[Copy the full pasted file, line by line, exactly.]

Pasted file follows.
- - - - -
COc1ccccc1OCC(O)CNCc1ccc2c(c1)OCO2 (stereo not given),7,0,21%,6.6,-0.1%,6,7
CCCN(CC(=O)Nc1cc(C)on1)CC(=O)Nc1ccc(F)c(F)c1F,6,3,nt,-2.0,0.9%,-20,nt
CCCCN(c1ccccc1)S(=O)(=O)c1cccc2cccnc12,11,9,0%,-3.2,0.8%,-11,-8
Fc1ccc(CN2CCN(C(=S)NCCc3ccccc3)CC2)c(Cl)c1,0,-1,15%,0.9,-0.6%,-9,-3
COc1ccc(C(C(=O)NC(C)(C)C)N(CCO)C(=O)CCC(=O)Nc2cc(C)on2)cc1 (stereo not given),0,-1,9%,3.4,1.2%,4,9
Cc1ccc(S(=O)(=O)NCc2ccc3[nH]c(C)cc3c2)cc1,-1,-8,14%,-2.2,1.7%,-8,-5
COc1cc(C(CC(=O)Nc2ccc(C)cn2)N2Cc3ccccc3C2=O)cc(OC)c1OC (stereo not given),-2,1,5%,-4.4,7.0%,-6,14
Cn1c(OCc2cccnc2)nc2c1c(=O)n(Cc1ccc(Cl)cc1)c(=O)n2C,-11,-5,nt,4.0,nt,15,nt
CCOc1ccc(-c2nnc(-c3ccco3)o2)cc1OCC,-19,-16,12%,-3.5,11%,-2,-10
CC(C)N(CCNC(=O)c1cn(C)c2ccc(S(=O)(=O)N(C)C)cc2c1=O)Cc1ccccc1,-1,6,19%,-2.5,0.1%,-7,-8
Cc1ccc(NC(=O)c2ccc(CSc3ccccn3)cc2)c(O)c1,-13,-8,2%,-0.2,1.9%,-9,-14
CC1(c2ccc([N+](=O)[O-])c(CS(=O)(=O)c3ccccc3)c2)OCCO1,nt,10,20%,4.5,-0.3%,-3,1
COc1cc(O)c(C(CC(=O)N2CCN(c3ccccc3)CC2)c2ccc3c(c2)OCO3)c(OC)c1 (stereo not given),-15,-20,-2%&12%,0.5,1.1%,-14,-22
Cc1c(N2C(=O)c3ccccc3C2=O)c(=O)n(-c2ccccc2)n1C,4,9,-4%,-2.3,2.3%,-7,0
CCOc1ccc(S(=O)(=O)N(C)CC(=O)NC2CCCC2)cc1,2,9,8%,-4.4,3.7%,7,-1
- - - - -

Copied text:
COc1ccccc1OCC(O)CNCc1ccc2c(c1)OCO2 (stereo not given),7,0,21%,6.6,-0.1%,6,7
CCCN(CC(=O)Nc1cc(C)on1)CC(=O)Nc1ccc(F)c(F)c1F,6,3,nt,-2.0,0.9%,-20,nt
CCCCN(c1ccccc1)S(=O)(=O)c1cccc2cccnc12,11,9,0%,-3.2,0.8%,-11,-8
Fc1ccc(CN2CCN(C(=S)NCCc3ccccc3)CC2)c(Cl)c1,0,-1,15%,0.9,-0.6%,-9,-3
COc1ccc(C(C(=O)NC(C)(C)C)N(CCO)C(=O)CCC(=O)Nc2cc(C)on2)cc1 (stereo not given),0,-1,9%,3.4,1.2%,4,9
Cc1ccc(S(=O)(=O)NCc2ccc3[nH]c(C)cc3c2)cc1,-1,-8,14%,-2.2,1.7%,-8,-5
COc1cc(C(CC(=O)Nc2ccc(C)cn2)N2Cc3ccccc3C2=O)cc(OC)c1OC (stereo not given),-2,1,5%,-4.4,7.0%,-6,14
Cn1c(OCc2cccnc2)nc2c1c(=O)n(Cc1ccc(Cl)cc1)c(=O)n2C,-11,-5,nt,4.0,nt,15,nt
CCOc1ccc(-c2nnc(-c3ccco3)o2)cc1OCC,-19,-16,12%,-3.5,11%,-2,-10
CC(C)N(CCNC(=O)c1cn(C)c2ccc(S(=O)(=O)N(C)C)cc2c1=O)Cc1ccccc1,-1,6,19%,-2.5,0.1%,-7,-8
Cc1ccc(NC(=O)c2ccc(CSc3ccccn3)cc2)c(O)c1,-13,-8,2%,-0.2,1.9%,-9,-14
CC1(c2ccc([N+](=O)[O-])c(CS(=O)(=O)c3ccccc3)c2)OCCO1,nt,10,20%,4.5,-0.3%,-3,1
COc1cc(O)c(C(CC(=O)N2CCN(c3ccccc3)CC2)c2ccc3c(c2)OCO3)c(OC)c1 (stereo not given),-15,-20,-2%&12%,0.5,1.1%,-14,-22
Cc1c(N2C(=O)c3ccccc3C2=O)c(=O)n(-c2ccccc2)n1C,4,9,-4%,-2.3,2.3%,-7,0
CCOc1ccc(S(=O)(=O)N(C)CC(=O)NC2CCCC2)cc1,2,9,8%,-4.4,3.7%,7,-1